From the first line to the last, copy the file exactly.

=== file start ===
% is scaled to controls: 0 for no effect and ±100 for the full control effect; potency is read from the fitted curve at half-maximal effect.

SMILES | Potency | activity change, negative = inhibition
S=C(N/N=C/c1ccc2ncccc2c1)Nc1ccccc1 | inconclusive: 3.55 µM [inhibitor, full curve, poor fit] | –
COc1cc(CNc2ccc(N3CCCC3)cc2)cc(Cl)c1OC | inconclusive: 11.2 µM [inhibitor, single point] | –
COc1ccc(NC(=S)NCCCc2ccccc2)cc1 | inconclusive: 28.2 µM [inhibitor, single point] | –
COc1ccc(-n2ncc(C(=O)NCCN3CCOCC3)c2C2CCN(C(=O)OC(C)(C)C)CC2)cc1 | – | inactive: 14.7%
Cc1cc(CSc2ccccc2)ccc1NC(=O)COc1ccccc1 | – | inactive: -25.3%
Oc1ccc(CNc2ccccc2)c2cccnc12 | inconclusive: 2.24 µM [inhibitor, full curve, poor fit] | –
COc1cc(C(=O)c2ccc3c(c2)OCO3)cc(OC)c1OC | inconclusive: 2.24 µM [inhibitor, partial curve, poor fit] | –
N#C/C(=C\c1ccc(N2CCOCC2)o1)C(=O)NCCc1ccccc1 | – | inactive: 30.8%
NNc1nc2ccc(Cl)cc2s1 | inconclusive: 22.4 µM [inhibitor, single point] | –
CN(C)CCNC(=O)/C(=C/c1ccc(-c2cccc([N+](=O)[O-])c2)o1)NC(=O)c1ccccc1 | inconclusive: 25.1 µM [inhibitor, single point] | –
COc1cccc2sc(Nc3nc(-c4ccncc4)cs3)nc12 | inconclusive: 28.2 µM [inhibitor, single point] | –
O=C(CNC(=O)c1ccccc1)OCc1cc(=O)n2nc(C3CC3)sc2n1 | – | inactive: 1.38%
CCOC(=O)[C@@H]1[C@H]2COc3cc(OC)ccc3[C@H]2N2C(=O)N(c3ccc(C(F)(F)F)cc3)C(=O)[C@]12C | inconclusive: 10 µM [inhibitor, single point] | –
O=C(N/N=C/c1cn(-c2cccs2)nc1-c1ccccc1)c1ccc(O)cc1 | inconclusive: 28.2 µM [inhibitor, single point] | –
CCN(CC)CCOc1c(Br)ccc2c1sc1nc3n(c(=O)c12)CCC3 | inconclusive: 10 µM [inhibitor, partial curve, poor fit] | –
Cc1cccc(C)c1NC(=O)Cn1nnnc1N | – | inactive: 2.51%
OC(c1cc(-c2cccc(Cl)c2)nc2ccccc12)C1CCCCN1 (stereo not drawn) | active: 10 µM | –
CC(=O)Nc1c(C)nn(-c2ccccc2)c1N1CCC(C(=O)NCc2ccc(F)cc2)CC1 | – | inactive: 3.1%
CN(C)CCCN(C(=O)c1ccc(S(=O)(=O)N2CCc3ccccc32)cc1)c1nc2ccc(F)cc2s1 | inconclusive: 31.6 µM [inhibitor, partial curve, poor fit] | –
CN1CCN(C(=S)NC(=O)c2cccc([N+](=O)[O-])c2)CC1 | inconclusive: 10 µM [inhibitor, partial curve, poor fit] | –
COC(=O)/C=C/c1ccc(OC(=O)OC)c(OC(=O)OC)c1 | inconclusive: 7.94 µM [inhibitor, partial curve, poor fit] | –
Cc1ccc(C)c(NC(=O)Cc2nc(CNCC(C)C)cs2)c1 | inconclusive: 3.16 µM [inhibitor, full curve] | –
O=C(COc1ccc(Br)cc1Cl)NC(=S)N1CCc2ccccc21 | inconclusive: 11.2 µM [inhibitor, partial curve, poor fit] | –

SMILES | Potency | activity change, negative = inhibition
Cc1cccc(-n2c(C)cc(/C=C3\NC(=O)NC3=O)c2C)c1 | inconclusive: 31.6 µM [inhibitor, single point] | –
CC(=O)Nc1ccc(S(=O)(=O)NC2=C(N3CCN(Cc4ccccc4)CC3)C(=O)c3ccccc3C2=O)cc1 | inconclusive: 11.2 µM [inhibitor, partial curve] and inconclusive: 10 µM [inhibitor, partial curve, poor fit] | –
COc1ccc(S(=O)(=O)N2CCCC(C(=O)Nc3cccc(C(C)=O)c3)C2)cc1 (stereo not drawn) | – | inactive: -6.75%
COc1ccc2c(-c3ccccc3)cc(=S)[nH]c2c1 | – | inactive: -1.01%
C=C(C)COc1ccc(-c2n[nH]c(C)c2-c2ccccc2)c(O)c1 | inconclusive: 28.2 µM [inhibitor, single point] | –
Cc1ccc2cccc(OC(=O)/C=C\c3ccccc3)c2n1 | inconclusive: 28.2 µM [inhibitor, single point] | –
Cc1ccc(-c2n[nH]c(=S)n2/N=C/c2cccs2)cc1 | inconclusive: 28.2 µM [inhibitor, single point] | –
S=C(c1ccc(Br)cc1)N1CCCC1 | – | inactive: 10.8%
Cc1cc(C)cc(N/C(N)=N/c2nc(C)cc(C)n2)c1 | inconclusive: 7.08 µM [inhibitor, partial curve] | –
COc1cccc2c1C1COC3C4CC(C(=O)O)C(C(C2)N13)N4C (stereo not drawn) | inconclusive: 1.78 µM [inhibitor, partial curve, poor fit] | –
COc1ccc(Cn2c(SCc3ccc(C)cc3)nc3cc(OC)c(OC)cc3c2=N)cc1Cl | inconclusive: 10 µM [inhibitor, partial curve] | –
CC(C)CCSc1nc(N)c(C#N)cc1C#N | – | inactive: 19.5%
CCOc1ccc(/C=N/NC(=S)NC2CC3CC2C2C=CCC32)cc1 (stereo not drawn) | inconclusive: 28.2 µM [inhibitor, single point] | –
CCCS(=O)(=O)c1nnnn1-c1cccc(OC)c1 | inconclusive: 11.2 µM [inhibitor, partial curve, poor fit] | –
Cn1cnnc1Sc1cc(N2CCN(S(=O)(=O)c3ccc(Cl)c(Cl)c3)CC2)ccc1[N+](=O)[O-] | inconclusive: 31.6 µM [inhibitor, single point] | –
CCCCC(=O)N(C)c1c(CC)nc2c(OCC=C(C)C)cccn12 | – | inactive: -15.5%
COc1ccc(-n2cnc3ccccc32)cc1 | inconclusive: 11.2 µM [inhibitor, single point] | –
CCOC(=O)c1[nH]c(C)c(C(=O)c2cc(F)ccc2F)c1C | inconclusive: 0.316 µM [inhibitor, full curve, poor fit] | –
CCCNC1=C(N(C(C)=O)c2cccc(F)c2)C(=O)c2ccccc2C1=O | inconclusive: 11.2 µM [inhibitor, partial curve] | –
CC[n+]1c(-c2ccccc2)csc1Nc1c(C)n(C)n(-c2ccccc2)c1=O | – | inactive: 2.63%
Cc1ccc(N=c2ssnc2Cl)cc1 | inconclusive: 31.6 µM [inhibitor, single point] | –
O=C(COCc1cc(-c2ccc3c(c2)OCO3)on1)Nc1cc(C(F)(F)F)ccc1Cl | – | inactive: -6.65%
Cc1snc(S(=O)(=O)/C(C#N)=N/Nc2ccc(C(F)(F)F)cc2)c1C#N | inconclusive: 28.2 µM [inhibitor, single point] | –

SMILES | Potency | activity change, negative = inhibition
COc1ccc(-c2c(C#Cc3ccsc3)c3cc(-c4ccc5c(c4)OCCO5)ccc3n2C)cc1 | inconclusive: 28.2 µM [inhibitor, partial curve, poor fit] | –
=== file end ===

% is scaled to controls: 0 for no effect and ±100 for the full control effect; potency is read from the fitted curve at half-maximal effect.

SMILES | Potency | activity change, negative = inhibition
S=C(N/N=C/c1ccc2ncccc2c1)Nc1ccccc1 | inconclusive: 3.55 µM [inhibitor, full curve, poor fit] | –
COc1cc(CNc2ccc(N3CCCC3)cc2)cc(Cl)c1OC | inconclusive: 11.2 µM [inhibitor, single point] | –
COc1ccc(NC(=S)NCCCc2ccccc2)cc1 | inconclusive: 28.2 µM [inhibitor, single point] | –
COc1ccc(-n2ncc(C(=O)NCCN3CCOCC3)c2C2CCN(C(=O)OC(C)(C)C)CC2)cc1 | – | inactive: 14.7%
Cc1cc(CSc2ccccc2)ccc1NC(=O)COc1ccccc1 | – | inactive: -25.3%
Oc1ccc(CNc2ccccc2)c2cccnc12 | inconclusive: 2.24 µM [inhibitor, full curve, poor fit] | –
COc1cc(C(=O)c2ccc3c(c2)OCO3)cc(OC)c1OC | inconclusive: 2.24 µM [inhibitor, partial curve, poor fit] | –
N#C/C(=C\c1ccc(N2CCOCC2)o1)C(=O)NCCc1ccccc1 | – | inactive: 30.8%
NNc1nc2ccc(Cl)cc2s1 | inconclusive: 22.4 µM [inhibitor, single point] | –
CN(C)CCNC(=O)/C(=C/c1ccc(-c2cccc([N+](=O)[O-])c2)o1)NC(=O)c1ccccc1 | inconclusive: 25.1 µM [inhibitor, single point] | –
COc1cccc2sc(Nc3nc(-c4ccncc4)cs3)nc12 | inconclusive: 28.2 µM [inhibitor, single point] | –
O=C(CNC(=O)c1ccccc1)OCc1cc(=O)n2nc(C3CC3)sc2n1 | – | inactive: 1.38%
CCOC(=O)[C@@H]1[C@H]2COc3cc(OC)ccc3[C@H]2N2C(=O)N(c3ccc(C(F)(F)F)cc3)C(=O)[C@]12C | inconclusive: 10 µM [inhibitor, single point] | –
O=C(N/N=C/c1cn(-c2cccs2)nc1-c1ccccc1)c1ccc(O)cc1 | inconclusive: 28.2 µM [inhibitor, single point] | –
CCN(CC)CCOc1c(Br)ccc2c1sc1nc3n(c(=O)c12)CCC3 | inconclusive: 10 µM [inhibitor, partial curve, poor fit] | –
Cc1cccc(C)c1NC(=O)Cn1nnnc1N | – | inactive: 2.51%
OC(c1cc(-c2cccc(Cl)c2)nc2ccccc12)C1CCCCN1 (stereo not drawn) | active: 10 µM | –
CC(=O)Nc1c(C)nn(-c2ccccc2)c1N1CCC(C(=O)NCc2ccc(F)cc2)CC1 | – | inactive: 3.1%
CN(C)CCCN(C(=O)c1ccc(S(=O)(=O)N2CCc3ccccc32)cc1)c1nc2ccc(F)cc2s1 | inconclusive: 31.6 µM [inhibitor, partial curve, poor fit] | –
CN1CCN(C(=S)NC(=O)c2cccc([N+](=O)[O-])c2)CC1 | inconclusive: 10 µM [inhibitor, partial curve, poor fit] | –
COC(=O)/C=C/c1ccc(OC(=O)OC)c(OC(=O)OC)c1 | inconclusive: 7.94 µM [inhibitor, partial curve, poor fit] | –
Cc1ccc(C)c(NC(=O)Cc2nc(CNCC(C)C)cs2)c1 | inconclusive: 3.16 µM [inhibitor, full curve] | –
O=C(COc1ccc(Br)cc1Cl)NC(=S)N1CCc2ccccc21 | inconclusive: 11.2 µM [inhibitor, partial curve, poor fit] | –

SMILES | Potency | activity change, negative = inhibition
Cc1cccc(-n2c(C)cc(/C=C3\NC(=O)NC3=O)c2C)c1 | inconclusive: 31.6 µM [inhibitor, single point] | –
CC(=O)Nc1ccc(S(=O)(=O)NC2=C(N3CCN(Cc4ccccc4)CC3)C(=O)c3ccccc3C2=O)cc1 | inconclusive: 11.2 µM [inhibitor, partial curve] and inconclusive: 10 µM [inhibitor, partial curve, poor fit] | –
COc1ccc(S(=O)(=O)N2CCCC(C(=O)Nc3cccc(C(C)=O)c3)C2)cc1 (stereo not drawn) | – | inactive: -6.75%
COc1ccc2c(-c3ccccc3)cc(=S)[nH]c2c1 | – | inactive: -1.01%
C=C(C)COc1ccc(-c2n[nH]c(C)c2-c2ccccc2)c(O)c1 | inconclusive: 28.2 µM [inhibitor, single point] | –
Cc1ccc2cccc(OC(=O)/C=C\c3ccccc3)c2n1 | inconclusive: 28.2 µM [inhibitor, single point] | –
Cc1ccc(-c2n[nH]c(=S)n2/N=C/c2cccs2)cc1 | inconclusive: 28.2 µM [inhibitor, single point] | –
S=C(c1ccc(Br)cc1)N1CCCC1 | – | inactive: 10.8%
Cc1cc(C)cc(N/C(N)=N/c2nc(C)cc(C)n2)c1 | inconclusive: 7.08 µM [inhibitor, partial curve] | –
COc1cccc2c1C1COC3C4CC(C(=O)O)C(C(C2)N13)N4C (stereo not drawn) | inconclusive: 1.78 µM [inhibitor, partial curve, poor fit] | –
COc1ccc(Cn2c(SCc3ccc(C)cc3)nc3cc(OC)c(OC)cc3c2=N)cc1Cl | inconclusive: 10 µM [inhibitor, partial curve] | –
CC(C)CCSc1nc(N)c(C#N)cc1C#N | – | inactive: 19.5%
CCOc1ccc(/C=N/NC(=S)NC2CC3CC2C2C=CCC32)cc1 (stereo not drawn) | inconclusive: 28.2 µM [inhibitor, single point] | –
CCCS(=O)(=O)c1nnnn1-c1cccc(OC)c1 | inconclusive: 11.2 µM [inhibitor, partial curve, poor fit] | –
Cn1cnnc1Sc1cc(N2CCN(S(=O)(=O)c3ccc(Cl)c(Cl)c3)CC2)ccc1[N+](=O)[O-] | inconclusive: 31.6 µM [inhibitor, single point] | –
CCCCC(=O)N(C)c1c(CC)nc2c(OCC=C(C)C)cccn12 | – | inactive: -15.5%
COc1ccc(-n2cnc3ccccc32)cc1 | inconclusive: 11.2 µM [inhibitor, single point] | –
CCOC(=O)c1[nH]c(C)c(C(=O)c2cc(F)ccc2F)c1C | inconclusive: 0.316 µM [inhibitor, full curve, poor fit] | –
CCCNC1=C(N(C(C)=O)c2cccc(F)c2)C(=O)c2ccccc2C1=O | inconclusive: 11.2 µM [inhibitor, partial curve] | –
CC[n+]1c(-c2ccccc2)csc1Nc1c(C)n(C)n(-c2ccccc2)c1=O | – | inactive: 2.63%
Cc1ccc(N=c2ssnc2Cl)cc1 | inconclusive: 31.6 µM [inhibitor, single point] | –
O=C(COCc1cc(-c2ccc3c(c2)OCO3)on1)Nc1cc(C(F)(F)F)ccc1Cl | – | inactive: -6.65%
Cc1snc(S(=O)(=O)/C(C#N)=N/Nc2ccc(C(F)(F)F)cc2)c1C#N | inconclusive: 28.2 µM [inhibitor, single point] | –

SMILES | Potency | activity change, negative = inhibition
COc1ccc(-c2c(C#Cc3ccsc3)c3cc(-c4ccc5c(c4)OCCO5)ccc3n2C)cc1 | inconclusive: 28.2 µM [inhibitor, partial curve, poor fit] | –